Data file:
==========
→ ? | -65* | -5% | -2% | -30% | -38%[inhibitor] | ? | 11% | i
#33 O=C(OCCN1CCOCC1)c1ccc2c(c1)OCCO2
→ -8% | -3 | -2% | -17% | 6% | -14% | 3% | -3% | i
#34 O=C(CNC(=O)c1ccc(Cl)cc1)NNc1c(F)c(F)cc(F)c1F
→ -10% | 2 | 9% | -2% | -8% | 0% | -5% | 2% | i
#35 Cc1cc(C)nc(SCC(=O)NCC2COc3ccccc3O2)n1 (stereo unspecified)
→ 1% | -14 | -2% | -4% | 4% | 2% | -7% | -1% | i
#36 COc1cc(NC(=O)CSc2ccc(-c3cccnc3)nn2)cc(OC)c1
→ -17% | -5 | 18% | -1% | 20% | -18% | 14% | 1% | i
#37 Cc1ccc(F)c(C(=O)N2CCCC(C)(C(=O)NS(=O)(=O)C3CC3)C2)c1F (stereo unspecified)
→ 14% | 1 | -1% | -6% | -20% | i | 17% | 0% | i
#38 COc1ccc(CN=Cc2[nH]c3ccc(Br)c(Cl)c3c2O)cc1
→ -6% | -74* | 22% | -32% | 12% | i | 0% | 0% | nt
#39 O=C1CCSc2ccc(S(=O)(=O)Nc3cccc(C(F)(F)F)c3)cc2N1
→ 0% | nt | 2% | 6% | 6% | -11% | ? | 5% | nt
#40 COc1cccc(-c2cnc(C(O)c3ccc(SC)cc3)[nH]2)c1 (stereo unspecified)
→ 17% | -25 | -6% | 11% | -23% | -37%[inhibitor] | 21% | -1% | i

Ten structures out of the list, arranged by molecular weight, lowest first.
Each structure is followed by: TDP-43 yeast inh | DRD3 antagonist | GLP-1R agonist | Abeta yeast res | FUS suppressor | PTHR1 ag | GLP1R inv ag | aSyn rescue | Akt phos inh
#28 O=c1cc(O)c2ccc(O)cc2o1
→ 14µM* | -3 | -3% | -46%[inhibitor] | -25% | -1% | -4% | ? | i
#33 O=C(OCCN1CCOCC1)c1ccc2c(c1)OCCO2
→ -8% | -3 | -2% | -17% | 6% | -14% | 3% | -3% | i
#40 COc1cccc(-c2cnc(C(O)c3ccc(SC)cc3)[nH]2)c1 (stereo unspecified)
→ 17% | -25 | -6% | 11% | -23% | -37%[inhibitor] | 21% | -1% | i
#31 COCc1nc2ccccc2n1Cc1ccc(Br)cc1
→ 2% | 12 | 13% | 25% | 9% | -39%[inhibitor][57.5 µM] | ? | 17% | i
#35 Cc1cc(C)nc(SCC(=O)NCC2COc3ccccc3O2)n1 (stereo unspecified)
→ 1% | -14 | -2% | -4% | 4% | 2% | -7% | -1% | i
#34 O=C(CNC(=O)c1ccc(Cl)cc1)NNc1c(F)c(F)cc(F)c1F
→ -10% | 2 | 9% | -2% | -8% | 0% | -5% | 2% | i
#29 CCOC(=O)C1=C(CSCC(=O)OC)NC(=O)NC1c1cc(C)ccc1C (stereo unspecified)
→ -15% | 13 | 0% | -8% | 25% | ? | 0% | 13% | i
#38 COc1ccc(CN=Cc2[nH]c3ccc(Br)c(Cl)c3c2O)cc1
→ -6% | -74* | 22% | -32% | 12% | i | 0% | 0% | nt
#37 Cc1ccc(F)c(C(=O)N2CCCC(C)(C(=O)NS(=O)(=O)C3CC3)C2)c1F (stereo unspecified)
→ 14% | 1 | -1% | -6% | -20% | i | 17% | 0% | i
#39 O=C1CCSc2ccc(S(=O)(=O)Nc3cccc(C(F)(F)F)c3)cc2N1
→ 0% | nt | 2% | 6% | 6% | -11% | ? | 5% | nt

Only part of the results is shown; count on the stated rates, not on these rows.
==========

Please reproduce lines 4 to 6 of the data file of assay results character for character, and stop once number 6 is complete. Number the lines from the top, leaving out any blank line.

#34 O=C(CNC(=O)c1ccc(Cl)cc1)NNc1c(F)c(F)cc(F)c1F
→ -10% | 2 | 9% | -2% | -8% | 0% | -5% | 2% | i
#35 Cc1cc(C)nc(SCC(=O)NCC2COc3ccccc3O2)n1 (stereo unspecified)